Thursday - December 13, 2018
Cooper Focuses On Storm Recovery
Written by Bruce Ferrell   
Monday, 30 January 2017 15:11

FAYETTEVILLE -- Governor Roy Cooper  met with Fayetteville and Cumberland County leaders to discuss how to best help families and communities recover from Hurricane Matthew.

Cooper was joined by Department of Public Safety Secretary Erik Hooks, NC Emergency Management Director Mike Sprayberry, and city and county officials. The discussion focused on the progress made so far and continuing needs for hard-hit areas.

"Help is on the way for storm survivors and we're here to pull together to get the job done," Cooper said in a press release issued after the meetings.  "We need to use this opportunity to rebuild smart and strong for the future of our communities, businesses and schools."

Cooper said more than a thousand families remain in hotels nearly four months after the storm dumped record rainfall in many communities, down from a peak of 1,900 families. Approximately 200 families in Cumberland County are still displaced from their homes and living in hotels through a FEMA program for temporary shelter.

Tomorrow state Emergency Management leaders will meet with some 30 state and federal partners to consider innovative approaches to the housing crisis caused by Hurricane Matthew.

"Families whose lives were upended by Hurricane Matthew need a safe place to live while they get back on their feet,"said Cooper. “This is a complex problem and it will take creative ideas to solve it.”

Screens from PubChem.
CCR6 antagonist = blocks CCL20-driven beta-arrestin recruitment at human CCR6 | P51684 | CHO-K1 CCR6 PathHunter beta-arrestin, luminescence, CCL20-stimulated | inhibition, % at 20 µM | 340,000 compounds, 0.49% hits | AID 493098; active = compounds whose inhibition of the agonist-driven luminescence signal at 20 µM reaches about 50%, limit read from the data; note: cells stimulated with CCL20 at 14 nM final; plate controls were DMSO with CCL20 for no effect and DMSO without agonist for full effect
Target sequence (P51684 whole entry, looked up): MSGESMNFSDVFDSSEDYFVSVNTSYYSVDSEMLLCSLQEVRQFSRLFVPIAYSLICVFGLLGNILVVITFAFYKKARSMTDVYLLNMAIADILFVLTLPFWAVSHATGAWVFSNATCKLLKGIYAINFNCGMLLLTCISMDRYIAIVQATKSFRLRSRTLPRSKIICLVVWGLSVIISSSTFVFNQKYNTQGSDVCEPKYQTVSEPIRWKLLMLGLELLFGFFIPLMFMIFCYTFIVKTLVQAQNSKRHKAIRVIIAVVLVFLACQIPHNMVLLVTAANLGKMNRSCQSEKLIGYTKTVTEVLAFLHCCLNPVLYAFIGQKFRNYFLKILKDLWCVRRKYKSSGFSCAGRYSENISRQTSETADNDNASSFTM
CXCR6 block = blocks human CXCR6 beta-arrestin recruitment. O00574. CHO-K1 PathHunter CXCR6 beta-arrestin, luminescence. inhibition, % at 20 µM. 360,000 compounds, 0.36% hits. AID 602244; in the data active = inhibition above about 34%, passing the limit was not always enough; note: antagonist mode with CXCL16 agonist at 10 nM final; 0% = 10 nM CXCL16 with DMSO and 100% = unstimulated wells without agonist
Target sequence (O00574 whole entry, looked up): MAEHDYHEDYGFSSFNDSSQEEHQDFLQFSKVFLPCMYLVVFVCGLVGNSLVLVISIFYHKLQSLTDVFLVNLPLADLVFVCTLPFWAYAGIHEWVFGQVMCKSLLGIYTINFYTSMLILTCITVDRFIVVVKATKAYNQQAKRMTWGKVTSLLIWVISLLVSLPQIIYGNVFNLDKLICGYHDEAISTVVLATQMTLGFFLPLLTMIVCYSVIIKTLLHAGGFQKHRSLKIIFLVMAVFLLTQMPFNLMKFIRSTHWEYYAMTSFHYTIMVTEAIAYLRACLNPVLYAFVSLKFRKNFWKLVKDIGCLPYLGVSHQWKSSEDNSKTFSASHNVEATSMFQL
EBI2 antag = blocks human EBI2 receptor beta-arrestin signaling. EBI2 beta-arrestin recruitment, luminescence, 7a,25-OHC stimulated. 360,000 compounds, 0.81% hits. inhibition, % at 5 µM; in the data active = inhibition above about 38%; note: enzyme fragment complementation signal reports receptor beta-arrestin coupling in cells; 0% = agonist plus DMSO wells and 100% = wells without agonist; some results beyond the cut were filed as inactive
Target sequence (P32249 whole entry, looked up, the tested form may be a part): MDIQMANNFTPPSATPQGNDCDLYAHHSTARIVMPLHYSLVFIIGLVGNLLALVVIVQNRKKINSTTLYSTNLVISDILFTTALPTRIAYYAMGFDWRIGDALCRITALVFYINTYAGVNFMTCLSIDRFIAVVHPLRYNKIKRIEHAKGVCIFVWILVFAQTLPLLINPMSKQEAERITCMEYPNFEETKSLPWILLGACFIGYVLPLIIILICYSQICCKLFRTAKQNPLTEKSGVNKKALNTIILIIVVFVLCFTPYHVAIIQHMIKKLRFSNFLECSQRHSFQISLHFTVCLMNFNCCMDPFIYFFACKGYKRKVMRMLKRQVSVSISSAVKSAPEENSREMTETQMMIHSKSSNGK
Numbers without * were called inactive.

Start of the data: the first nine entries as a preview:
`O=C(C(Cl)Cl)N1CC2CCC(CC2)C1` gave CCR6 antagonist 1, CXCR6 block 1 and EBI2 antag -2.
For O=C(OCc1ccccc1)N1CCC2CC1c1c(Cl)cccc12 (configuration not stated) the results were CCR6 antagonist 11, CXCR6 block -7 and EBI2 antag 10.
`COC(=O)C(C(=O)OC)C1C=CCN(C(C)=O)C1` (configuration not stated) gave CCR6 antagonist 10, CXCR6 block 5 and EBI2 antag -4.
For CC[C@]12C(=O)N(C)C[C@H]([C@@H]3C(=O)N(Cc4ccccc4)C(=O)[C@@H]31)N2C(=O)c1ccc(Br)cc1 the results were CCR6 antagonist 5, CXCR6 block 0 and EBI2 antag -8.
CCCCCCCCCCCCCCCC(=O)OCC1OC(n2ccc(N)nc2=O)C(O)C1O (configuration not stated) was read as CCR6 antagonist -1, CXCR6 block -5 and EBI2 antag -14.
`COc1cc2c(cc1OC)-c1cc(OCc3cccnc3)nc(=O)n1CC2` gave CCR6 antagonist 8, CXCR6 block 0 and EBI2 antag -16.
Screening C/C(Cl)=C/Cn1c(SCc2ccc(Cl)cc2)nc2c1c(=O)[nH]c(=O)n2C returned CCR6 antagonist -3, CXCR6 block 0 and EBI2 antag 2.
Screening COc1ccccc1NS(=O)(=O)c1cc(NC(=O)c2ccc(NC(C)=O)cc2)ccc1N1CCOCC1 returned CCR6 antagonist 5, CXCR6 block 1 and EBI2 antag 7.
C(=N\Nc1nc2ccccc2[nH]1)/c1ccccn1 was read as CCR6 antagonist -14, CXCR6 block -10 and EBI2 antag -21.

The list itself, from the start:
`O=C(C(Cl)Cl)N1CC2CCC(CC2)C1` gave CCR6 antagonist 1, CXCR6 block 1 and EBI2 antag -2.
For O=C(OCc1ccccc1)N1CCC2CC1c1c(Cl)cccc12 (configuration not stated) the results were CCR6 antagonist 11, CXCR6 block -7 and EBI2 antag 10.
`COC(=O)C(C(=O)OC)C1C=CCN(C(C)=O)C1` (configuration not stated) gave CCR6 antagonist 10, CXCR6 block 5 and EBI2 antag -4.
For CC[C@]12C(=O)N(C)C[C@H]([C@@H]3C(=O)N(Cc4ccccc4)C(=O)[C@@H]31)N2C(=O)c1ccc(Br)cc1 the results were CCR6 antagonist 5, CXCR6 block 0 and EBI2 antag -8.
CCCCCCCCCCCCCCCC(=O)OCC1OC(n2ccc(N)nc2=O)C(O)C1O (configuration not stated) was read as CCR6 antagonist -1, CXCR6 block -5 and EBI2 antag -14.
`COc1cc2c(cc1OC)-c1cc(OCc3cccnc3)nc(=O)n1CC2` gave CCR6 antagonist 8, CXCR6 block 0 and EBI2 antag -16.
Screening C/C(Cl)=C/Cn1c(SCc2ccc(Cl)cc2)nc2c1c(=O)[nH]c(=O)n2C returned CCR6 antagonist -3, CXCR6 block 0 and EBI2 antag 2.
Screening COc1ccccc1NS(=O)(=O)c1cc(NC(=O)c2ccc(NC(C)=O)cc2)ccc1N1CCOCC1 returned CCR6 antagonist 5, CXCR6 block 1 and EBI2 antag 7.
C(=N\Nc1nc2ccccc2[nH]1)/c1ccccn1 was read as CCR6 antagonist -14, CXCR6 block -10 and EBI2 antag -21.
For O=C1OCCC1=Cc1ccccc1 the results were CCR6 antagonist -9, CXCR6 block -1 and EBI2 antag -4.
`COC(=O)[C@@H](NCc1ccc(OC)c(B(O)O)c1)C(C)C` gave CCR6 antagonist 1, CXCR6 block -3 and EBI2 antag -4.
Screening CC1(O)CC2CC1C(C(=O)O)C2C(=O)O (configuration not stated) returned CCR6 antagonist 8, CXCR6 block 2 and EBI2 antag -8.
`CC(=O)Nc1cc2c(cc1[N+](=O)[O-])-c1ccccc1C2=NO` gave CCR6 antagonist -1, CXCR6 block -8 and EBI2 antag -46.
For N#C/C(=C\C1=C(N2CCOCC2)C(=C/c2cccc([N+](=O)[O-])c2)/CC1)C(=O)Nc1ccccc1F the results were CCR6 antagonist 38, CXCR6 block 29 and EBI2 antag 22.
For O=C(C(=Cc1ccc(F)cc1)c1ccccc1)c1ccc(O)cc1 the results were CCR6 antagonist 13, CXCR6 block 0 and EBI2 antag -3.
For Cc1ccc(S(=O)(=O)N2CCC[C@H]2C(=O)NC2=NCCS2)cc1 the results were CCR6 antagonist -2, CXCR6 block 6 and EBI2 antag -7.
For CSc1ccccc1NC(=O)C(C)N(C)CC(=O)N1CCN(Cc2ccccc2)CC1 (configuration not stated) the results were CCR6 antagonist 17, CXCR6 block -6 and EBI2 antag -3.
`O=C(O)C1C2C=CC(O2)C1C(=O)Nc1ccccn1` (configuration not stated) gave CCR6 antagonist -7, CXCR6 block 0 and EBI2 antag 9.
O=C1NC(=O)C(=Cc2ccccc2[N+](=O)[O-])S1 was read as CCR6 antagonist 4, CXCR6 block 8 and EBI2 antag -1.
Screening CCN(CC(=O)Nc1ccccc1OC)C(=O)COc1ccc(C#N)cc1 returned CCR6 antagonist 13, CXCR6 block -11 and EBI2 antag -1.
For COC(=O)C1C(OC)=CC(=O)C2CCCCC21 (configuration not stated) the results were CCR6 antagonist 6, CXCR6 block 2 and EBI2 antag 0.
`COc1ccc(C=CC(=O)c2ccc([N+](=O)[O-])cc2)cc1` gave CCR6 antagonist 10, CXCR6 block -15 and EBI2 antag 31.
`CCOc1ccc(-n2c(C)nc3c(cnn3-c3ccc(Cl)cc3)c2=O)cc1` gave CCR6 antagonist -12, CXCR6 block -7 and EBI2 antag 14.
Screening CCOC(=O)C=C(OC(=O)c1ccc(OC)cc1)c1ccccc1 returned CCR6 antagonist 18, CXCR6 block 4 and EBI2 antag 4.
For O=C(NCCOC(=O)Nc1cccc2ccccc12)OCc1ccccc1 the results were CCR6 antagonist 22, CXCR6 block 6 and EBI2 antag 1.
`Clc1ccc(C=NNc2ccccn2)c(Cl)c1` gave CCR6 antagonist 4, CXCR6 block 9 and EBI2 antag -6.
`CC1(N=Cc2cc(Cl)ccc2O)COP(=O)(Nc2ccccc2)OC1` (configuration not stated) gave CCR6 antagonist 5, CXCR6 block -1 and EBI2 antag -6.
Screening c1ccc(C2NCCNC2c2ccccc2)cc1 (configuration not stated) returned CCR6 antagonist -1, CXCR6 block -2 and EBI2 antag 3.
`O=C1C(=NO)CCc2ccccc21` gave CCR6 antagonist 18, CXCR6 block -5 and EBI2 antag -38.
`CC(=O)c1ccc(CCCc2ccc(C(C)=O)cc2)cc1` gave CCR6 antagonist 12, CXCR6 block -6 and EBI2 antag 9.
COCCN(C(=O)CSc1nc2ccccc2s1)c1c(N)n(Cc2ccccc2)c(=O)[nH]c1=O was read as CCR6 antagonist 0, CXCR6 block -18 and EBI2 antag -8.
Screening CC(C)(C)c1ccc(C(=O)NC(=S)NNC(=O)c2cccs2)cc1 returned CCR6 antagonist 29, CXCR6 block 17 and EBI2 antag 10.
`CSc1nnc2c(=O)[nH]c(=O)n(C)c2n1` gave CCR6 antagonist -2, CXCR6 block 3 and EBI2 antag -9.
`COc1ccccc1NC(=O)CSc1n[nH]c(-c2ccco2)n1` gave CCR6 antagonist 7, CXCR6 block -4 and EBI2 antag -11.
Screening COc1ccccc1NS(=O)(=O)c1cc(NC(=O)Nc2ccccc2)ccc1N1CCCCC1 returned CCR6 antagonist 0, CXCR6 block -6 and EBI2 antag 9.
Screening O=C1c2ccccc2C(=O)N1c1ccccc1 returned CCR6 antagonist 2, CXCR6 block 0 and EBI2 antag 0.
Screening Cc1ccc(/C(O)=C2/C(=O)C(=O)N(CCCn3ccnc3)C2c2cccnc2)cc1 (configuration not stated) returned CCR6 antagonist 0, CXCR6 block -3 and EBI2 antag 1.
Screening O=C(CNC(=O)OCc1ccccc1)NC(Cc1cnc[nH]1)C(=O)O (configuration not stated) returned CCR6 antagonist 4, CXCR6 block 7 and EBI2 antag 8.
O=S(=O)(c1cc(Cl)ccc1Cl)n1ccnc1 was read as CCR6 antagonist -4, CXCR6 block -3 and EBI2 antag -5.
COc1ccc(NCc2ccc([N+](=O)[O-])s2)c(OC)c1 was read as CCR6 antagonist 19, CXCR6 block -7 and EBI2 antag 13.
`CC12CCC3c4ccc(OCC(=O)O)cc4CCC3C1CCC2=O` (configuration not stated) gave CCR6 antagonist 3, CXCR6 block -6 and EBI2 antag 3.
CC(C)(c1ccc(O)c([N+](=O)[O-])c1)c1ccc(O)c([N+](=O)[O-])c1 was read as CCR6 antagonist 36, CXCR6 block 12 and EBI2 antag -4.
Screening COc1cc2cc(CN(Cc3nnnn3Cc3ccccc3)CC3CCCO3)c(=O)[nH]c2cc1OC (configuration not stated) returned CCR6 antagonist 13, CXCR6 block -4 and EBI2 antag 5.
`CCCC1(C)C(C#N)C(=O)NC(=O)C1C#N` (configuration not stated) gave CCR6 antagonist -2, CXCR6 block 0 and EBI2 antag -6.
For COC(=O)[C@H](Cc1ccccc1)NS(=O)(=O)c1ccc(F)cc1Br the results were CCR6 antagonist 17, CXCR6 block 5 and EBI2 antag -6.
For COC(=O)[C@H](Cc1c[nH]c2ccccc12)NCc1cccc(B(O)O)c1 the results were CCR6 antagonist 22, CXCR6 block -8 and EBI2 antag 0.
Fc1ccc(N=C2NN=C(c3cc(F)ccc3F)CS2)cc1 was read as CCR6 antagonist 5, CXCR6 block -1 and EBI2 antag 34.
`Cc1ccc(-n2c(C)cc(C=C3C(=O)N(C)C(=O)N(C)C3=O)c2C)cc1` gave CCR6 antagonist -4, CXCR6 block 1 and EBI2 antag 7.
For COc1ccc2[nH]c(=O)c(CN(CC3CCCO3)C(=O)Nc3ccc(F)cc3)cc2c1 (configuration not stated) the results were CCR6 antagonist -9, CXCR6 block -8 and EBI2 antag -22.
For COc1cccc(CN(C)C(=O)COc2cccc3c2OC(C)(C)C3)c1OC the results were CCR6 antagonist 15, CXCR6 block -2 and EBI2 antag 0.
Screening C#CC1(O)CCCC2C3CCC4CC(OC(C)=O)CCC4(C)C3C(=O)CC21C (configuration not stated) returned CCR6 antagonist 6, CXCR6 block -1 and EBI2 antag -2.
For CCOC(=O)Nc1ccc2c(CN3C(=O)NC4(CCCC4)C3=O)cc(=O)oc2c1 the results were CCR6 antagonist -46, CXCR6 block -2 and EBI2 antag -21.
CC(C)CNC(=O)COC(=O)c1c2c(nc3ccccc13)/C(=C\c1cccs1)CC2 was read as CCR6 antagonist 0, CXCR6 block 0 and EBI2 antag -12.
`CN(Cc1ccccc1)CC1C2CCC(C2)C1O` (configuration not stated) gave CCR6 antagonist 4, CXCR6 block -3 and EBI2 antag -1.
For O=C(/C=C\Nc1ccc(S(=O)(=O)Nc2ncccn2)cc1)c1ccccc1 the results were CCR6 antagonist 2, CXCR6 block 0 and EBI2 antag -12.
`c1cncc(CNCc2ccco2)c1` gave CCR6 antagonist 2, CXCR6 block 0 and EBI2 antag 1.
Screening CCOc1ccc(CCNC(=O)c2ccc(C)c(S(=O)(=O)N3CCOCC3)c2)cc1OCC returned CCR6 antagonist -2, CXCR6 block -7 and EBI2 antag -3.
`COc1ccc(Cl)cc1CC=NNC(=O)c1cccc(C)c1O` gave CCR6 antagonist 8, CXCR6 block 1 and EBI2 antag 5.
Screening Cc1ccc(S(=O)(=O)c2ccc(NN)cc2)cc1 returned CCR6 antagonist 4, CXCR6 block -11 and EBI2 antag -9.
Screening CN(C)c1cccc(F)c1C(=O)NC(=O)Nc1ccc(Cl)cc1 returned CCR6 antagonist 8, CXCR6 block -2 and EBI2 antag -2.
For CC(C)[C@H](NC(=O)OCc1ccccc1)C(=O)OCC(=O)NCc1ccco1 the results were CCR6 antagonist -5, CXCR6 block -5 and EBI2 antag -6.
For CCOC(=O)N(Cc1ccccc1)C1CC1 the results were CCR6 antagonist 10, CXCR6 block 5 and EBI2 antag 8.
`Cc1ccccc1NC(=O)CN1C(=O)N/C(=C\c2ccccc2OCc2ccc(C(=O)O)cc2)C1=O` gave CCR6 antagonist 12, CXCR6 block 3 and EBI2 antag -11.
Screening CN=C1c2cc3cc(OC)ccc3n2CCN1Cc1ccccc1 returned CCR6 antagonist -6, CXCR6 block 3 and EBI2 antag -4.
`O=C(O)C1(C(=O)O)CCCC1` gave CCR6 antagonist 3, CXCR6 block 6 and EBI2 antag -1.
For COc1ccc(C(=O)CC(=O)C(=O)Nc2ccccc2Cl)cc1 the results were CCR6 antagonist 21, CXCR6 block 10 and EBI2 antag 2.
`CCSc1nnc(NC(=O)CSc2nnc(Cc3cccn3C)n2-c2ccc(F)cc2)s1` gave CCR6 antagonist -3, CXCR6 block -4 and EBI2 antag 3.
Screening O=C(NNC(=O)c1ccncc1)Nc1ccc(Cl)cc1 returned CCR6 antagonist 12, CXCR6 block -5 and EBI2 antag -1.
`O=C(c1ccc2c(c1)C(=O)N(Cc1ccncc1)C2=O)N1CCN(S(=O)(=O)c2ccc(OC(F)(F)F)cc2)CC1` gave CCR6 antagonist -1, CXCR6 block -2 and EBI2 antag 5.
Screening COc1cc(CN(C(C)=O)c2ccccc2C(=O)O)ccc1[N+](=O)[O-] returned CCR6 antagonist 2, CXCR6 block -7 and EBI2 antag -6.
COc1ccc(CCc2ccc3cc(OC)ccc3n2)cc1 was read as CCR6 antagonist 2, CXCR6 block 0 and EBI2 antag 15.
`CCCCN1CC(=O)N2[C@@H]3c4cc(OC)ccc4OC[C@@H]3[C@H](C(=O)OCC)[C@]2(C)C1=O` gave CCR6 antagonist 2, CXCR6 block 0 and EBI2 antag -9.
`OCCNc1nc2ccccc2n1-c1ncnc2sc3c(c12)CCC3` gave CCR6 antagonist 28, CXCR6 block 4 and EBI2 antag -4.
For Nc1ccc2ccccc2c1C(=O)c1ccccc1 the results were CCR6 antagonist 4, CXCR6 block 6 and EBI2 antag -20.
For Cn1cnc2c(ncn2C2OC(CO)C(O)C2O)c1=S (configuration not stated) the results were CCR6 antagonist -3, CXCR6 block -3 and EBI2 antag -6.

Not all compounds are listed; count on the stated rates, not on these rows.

Half of the state has been approved for federal funding assistance to help individuals and small business owners recover and rebuild. Already, more than 81,600 households have registered with FEMA requesting financial help. So far, FEMA has awarded $90 million in grants and the U.S. Small Business Administration has approved $86 million in low-interest loans to help people rebuild their homes and businesses, get back to work and move on with their lives.

In the past two weeks, the governor has announced separate grants totaling more than $200 million to further recovery efforts. A $4.5 million grant will pair case managers with some of the hardest-hit survivors to help them navigate the long and often complicated recovery process. Last week, the U.S. Department of Housing and Urban Development awarded the state $198 million with $159 million of that specifically earmarked for Cumberland, Robeson, Edgecombe and Wayne counties – to help with housing, economic development, infrastructure and mitigation efforts that prevent future storm damage.

Three Disaster Recovery Centers remain open through Thursday to help survivors with their cases, including one in Fayetteville that Cooper visited Monday.

Cooper also toured a neighborhood where Habitat for Humanity homes devastated by the storm are being rehabilitated

“Storm survivors are getting help from state and local leaders, nonprofits and faith communities, and countless volunteers," Cooper said. "There's much work ahead of us but also signs of progress and hope, like this project.”






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